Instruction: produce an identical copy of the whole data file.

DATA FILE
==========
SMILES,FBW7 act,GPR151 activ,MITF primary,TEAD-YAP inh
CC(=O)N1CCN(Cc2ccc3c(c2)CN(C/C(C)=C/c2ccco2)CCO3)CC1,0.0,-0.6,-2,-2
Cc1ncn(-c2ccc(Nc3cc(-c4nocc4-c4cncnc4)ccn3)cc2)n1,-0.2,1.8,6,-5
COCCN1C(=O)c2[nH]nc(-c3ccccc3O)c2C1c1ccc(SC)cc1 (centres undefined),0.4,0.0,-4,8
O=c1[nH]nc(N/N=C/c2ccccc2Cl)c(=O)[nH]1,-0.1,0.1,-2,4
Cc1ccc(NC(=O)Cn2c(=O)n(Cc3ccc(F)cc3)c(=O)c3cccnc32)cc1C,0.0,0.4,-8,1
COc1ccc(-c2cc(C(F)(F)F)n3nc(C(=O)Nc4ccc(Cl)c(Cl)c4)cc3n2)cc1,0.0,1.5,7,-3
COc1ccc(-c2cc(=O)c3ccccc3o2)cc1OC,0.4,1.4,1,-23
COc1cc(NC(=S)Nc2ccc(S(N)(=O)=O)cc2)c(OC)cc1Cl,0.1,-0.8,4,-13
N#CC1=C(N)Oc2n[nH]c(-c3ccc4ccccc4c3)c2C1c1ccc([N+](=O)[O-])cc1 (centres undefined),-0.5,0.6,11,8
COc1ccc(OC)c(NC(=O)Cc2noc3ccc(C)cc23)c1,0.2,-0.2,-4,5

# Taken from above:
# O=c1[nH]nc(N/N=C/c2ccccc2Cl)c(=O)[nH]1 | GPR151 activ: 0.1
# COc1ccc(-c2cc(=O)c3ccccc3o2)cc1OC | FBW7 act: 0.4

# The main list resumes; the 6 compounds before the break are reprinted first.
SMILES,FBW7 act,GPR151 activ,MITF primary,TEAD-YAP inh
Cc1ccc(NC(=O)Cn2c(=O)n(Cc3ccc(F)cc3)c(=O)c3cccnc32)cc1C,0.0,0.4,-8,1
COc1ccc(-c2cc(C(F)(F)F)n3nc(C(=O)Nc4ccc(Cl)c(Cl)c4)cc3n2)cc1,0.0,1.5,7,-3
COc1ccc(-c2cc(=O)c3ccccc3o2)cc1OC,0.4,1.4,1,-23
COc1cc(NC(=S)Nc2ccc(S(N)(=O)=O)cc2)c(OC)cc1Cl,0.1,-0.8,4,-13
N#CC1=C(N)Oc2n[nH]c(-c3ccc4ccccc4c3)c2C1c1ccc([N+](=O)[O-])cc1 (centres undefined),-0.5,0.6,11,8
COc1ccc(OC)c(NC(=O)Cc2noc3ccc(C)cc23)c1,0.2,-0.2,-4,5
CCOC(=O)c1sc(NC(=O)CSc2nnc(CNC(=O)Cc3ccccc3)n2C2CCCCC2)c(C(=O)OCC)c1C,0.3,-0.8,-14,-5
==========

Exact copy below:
SMILES,FBW7 act,GPR151 activ,MITF primary,TEAD-YAP inh
CC(=O)N1CCN(Cc2ccc3c(c2)CN(C/C(C)=C/c2ccco2)CCO3)CC1,0.0,-0.6,-2,-2
Cc1ncn(-c2ccc(Nc3cc(-c4nocc4-c4cncnc4)ccn3)cc2)n1,-0.2,1.8,6,-5
COCCN1C(=O)c2[nH]nc(-c3ccccc3O)c2C1c1ccc(SC)cc1 (centres undefined),0.4,0.0,-4,8
O=c1[nH]nc(N/N=C/c2ccccc2Cl)c(=O)[nH]1,-0.1,0.1,-2,4
Cc1ccc(NC(=O)Cn2c(=O)n(Cc3ccc(F)cc3)c(=O)c3cccnc32)cc1C,0.0,0.4,-8,1
COc1ccc(-c2cc(C(F)(F)F)n3nc(C(=O)Nc4ccc(Cl)c(Cl)c4)cc3n2)cc1,0.0,1.5,7,-3
COc1ccc(-c2cc(=O)c3ccccc3o2)cc1OC,0.4,1.4,1,-23
COc1cc(NC(=S)Nc2ccc(S(N)(=O)=O)cc2)c(OC)cc1Cl,0.1,-0.8,4,-13
N#CC1=C(N)Oc2n[nH]c(-c3ccc4ccccc4c3)c2C1c1ccc([N+](=O)[O-])cc1 (centres undefined),-0.5,0.6,11,8
COc1ccc(OC)c(NC(=O)Cc2noc3ccc(C)cc23)c1,0.2,-0.2,-4,5

# Taken from above:
# O=c1[nH]nc(N/N=C/c2ccccc2Cl)c(=O)[nH]1 | GPR151 activ: 0.1
# COc1ccc(-c2cc(=O)c3ccccc3o2)cc1OC | FBW7 act: 0.4

# The main list resumes; the 6 compounds before the break are reprinted first.
SMILES,FBW7 act,GPR151 activ,MITF primary,TEAD-YAP inh
Cc1ccc(NC(=O)Cn2c(=O)n(Cc3ccc(F)cc3)c(=O)c3cccnc32)cc1C,0.0,0.4,-8,1
COc1ccc(-c2cc(C(F)(F)F)n3nc(C(=O)Nc4ccc(Cl)c(Cl)c4)cc3n2)cc1,0.0,1.5,7,-3
COc1ccc(-c2cc(=O)c3ccccc3o2)cc1OC,0.4,1.4,1,-23
COc1cc(NC(=S)Nc2ccc(S(N)(=O)=O)cc2)c(OC)cc1Cl,0.1,-0.8,4,-13
N#CC1=C(N)Oc2n[nH]c(-c3ccc4ccccc4c3)c2C1c1ccc([N+](=O)[O-])cc1 (centres undefined),-0.5,0.6,11,8
COc1ccc(OC)c(NC(=O)Cc2noc3ccc(C)cc23)c1,0.2,-0.2,-4,5
CCOC(=O)c1sc(NC(=O)CSc2nnc(CNC(=O)Cc3ccccc3)n2C2CCCCC2)c(C(=O)OCC)c1C,0.3,-0.8,-14,-5